Why Woodrow Wilson hated the filibuster -- and why it still makes no sense today


Senators have long considered any change to filibuster rules to be “the nuclear option.” But the recent action by Democrats to limit the use of filibusters in blocking most presidential nominations didn’t go nearly far enough.

Now is the time to get rid of the Senate’s archaic and abusive filibuster in all matters that come before it. And fortunately, Sens. Tom Udall (D-N.M.), Jeff Merkley (D-Ore.) and Tom Harkin (D-Iowa) are taking advantage of the momentum from the Senate vote to try to do just that.

Contrary to Sen. Mitch McConnell’s claim that Thomas Jefferson wrote the filibuster rules, they have no such distinguished origins. Aaron Burr, who presided over the Senate as Jefferson’s vice president from 1801 to 1805, introduced a rule requiring a two-thirds vote to cut off debate. By the time he left office, Burr recommended dropping the rule because it had been used only once in his term.


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That would have been a good idea, especially because nothing in the Constitution supports the filibuster rule. The Founding Fathers were specific in requiring a supermajority vote of two-thirds in just three instances: to override a presidential veto, to approve treaties and to propose a constitutional amendment.

The Constitution did give both houses the power “to determine the rules of its proceedings,” and from that permission evolved the doleful situation we have today in which 41% of the Senate members can, and increasingly do, block all Senate action.

The mischief began in the middle of the 19th century when some senators saw personal advantage in the high hurdle to cut off debate and began speaking at length and irrelevantly to block bills they didn’t like. That’s when the practice acquired the name “filibuster,” which can be traced to a Dutch word for “piracy.”

The efforts of senators from both parties to reintroduce sanity into Senate procedures date back to 1841, when Henry Clay proposed allowing the majority to close debate, as was the rule in the House of Representatives. But the appeal for both Democrats and Republicans of being able to block legislation even when they are in the minority has proved too compelling to give up.

By the early 20th century, the filibuster led President Woodrow Wilson to call the Senate “the only legislative body in the world which cannot act when its majority is ready for action.” Instead, he continued, a “little group of willful men, representing no opinion but their own, have rendered the great government of the United States helpless and contemptible.”

Use of the filibuster has only grown more frequent since his time, especially during the last decade.

Filibustering figured prominently in the war waged against civil rights legislation. Sen. Strom Thurmond spoke for 24 hours and 18 minutes in an attempt to halt passage of the Civil Rights Act of 1957.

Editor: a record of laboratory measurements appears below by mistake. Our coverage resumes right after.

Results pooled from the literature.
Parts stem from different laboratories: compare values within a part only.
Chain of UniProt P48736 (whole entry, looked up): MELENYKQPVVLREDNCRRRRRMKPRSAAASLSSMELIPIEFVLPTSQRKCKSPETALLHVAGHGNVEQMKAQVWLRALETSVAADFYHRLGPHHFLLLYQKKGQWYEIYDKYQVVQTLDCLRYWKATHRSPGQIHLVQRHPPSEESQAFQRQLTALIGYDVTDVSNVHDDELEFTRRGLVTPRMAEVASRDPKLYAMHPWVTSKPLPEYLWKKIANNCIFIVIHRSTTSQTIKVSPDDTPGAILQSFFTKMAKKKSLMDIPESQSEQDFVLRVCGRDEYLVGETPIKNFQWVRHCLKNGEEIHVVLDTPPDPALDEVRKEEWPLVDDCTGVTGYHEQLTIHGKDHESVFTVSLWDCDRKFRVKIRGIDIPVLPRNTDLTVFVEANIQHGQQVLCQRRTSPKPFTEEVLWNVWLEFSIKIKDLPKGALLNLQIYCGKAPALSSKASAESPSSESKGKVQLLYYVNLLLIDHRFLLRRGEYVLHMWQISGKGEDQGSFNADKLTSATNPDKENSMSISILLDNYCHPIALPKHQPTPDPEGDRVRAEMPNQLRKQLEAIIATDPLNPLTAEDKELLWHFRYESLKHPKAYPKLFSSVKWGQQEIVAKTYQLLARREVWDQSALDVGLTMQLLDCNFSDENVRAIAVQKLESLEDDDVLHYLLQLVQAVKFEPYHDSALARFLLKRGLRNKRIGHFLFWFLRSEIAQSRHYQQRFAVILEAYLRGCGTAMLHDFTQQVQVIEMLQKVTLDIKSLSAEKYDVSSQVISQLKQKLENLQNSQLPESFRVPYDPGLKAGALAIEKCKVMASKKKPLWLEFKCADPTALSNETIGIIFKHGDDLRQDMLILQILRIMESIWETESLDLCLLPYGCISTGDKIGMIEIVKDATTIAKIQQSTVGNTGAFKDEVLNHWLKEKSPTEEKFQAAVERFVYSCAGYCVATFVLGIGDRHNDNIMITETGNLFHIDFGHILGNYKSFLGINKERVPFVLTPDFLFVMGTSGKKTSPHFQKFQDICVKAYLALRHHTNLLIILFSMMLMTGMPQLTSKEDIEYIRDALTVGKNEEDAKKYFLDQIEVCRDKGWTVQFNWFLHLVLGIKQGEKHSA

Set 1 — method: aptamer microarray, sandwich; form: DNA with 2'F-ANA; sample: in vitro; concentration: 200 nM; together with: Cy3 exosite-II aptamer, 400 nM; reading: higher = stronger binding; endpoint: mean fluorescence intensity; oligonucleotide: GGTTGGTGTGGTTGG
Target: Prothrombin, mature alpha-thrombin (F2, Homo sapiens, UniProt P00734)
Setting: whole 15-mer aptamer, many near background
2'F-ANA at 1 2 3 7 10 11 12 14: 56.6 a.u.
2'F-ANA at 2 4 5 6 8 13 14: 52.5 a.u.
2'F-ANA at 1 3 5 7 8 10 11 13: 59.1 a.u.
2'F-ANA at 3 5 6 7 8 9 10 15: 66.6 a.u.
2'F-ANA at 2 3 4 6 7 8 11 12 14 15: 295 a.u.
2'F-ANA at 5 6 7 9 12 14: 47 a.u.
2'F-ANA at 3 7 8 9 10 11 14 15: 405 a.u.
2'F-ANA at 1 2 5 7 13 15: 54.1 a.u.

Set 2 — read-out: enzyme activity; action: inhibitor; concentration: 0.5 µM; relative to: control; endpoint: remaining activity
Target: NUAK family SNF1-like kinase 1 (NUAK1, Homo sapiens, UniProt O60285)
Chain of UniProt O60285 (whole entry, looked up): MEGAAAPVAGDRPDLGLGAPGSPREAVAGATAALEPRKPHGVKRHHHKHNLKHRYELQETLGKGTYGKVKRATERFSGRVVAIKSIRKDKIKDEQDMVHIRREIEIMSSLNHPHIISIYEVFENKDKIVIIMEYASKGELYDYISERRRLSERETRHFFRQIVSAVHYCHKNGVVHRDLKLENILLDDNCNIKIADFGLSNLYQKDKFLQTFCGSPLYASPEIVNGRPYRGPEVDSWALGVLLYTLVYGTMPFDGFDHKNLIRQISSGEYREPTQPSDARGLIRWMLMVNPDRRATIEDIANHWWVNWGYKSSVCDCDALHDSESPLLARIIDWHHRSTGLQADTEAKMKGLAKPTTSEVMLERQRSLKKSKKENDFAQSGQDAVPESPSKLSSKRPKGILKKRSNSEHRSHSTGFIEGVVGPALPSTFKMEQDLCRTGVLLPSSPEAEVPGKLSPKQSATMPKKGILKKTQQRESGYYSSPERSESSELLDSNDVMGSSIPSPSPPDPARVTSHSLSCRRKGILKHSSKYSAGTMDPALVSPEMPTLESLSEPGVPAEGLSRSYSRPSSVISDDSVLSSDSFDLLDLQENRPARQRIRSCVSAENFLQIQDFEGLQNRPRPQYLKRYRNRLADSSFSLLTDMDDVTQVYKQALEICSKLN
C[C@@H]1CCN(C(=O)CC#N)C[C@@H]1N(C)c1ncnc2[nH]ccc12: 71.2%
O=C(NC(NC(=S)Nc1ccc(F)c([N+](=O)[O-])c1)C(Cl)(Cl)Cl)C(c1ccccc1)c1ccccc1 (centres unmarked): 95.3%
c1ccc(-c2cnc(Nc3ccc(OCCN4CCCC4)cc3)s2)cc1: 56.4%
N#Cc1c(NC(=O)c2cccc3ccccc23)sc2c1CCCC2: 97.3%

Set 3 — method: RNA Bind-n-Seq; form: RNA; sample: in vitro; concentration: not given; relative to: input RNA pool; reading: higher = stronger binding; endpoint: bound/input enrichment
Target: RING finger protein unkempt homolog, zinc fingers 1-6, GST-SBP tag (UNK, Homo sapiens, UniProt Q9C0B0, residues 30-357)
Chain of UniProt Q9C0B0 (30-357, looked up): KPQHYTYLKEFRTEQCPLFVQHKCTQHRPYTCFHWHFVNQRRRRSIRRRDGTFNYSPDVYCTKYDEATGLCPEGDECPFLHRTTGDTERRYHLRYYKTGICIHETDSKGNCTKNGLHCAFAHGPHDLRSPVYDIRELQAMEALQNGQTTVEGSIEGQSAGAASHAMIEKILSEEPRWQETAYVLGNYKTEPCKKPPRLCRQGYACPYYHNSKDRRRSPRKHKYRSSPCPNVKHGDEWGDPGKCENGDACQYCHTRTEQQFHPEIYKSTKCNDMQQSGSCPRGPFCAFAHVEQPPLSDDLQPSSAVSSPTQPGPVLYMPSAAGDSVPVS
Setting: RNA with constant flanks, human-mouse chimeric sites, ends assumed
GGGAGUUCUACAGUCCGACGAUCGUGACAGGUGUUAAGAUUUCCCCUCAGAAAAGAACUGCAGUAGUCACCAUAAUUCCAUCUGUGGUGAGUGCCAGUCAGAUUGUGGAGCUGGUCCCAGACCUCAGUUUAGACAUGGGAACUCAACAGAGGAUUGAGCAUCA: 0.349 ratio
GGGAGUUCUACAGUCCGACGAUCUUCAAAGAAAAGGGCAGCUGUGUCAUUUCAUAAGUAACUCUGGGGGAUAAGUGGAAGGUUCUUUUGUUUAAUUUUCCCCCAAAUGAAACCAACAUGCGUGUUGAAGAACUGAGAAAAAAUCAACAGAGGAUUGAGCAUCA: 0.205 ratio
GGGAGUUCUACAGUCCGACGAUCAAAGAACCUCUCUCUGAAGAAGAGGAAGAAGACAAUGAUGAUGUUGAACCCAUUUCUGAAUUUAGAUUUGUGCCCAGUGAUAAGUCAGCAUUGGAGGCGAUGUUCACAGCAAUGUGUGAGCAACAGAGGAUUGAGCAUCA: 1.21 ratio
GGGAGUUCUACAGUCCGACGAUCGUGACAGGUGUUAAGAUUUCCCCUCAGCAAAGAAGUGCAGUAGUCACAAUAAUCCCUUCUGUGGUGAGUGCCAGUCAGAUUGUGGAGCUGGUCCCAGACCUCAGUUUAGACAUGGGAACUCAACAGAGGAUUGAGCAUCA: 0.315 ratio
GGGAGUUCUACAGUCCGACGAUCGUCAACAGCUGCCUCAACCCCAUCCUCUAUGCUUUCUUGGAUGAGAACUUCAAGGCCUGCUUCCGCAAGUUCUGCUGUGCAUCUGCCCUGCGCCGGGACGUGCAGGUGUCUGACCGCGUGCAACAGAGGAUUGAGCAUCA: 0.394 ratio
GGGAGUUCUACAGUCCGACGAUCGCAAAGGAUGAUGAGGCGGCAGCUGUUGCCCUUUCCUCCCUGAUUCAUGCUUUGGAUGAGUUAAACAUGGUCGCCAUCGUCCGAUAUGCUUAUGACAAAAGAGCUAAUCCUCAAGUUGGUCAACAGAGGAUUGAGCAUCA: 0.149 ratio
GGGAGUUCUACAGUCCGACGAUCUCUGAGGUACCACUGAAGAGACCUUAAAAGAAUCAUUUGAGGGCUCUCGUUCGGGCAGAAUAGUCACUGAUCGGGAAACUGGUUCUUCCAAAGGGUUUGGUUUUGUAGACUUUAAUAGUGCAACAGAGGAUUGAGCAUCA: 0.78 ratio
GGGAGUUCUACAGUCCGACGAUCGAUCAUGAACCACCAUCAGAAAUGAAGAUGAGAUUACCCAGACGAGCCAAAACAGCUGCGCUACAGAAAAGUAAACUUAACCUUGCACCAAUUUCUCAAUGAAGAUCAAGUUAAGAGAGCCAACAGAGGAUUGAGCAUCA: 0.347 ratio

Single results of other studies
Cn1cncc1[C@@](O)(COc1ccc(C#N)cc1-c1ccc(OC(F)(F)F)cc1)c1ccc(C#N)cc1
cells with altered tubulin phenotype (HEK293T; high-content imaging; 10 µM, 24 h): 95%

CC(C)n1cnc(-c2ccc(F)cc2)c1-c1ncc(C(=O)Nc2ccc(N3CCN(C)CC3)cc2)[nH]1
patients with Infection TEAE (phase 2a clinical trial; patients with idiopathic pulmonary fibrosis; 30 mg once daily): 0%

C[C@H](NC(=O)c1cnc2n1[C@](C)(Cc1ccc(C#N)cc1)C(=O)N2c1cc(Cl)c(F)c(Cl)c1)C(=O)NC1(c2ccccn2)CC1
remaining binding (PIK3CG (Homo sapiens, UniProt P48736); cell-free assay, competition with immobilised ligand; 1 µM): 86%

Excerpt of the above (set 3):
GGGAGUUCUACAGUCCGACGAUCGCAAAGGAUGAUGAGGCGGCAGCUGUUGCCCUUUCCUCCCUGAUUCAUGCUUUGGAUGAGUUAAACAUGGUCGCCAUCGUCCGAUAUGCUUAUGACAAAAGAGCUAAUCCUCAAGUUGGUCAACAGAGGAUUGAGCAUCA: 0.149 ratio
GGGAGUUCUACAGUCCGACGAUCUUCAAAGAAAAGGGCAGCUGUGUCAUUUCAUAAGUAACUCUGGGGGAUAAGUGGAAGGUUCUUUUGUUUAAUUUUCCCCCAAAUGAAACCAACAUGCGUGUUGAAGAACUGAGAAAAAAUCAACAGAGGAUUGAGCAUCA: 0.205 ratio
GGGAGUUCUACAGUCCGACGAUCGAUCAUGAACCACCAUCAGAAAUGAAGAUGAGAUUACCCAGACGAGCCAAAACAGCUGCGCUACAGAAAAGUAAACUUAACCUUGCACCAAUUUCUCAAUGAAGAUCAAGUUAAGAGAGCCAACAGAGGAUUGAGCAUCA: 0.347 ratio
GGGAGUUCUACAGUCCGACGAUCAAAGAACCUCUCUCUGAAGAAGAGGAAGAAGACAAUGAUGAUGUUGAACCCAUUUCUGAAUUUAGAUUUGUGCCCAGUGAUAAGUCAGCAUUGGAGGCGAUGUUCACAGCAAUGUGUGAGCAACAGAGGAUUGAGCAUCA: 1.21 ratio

Eighteen years later, senators revised its rules, dropping to 60% from two-thirds the votes necessary for cutting off debate. This Rule 22 did something more insidious: It introduced the “invisible filibuster,” whereby senators needn’t stand up and talk to filibuster a measure; they just had to indicate their intention to do so.

And thus our Constitution was silently amended under the guise of an accommodating rule change allowing 41 members of the 100-member Senate to prevent passage of bills favored by the majority. Even more distressing, Sen. Majority Leader Harry Reid now often declines to bring forward bills for deliberation if he is unsure of getting the needed 60 votes.

What began as a courtesy to Senate speakers has morphed into a fundamental challenge to the principle of majority voting.

The real losers have been the citizens of the United States, who deserve to have majorities prevail over minorities in both houses. Certainly that was the view of the founders, many of whom regretted the undemocratic compromise that gave each state, regardless of size, two seats in the Senate.

They certainly didn’t want the Senate to deviate any further from majority rule. James Madison, the putative father of the Constitution, called the desire to have a supermajority to form a quorum a reversal of “the fundamental principle of free government,” adding in his Federalist No. 58 essay that it “would be no longer the majority that would rule; the power would be transferred to the minority.”

Clinging to arcane rules is what most well-established institutions do, but democratic governance demands something more: adherence to the essential democratic principle of majority will that gives citizens confidence that their votes matter.

For political parties, the filibuster is clearly an effective weapon; for the voters, it’s an atavistic obstruction to legislative action. Wilson’s “little group of willful men” is not what people go to the polls to elect. Partisan battles will continue, but disarming the protagonists will limit their damage to the good governing we so badly need.

Joyce Appleby is an emeritus professor of history at UCLA and the author of “Shores of Knowledge: New World Discoveries and the Scientific Imagination.”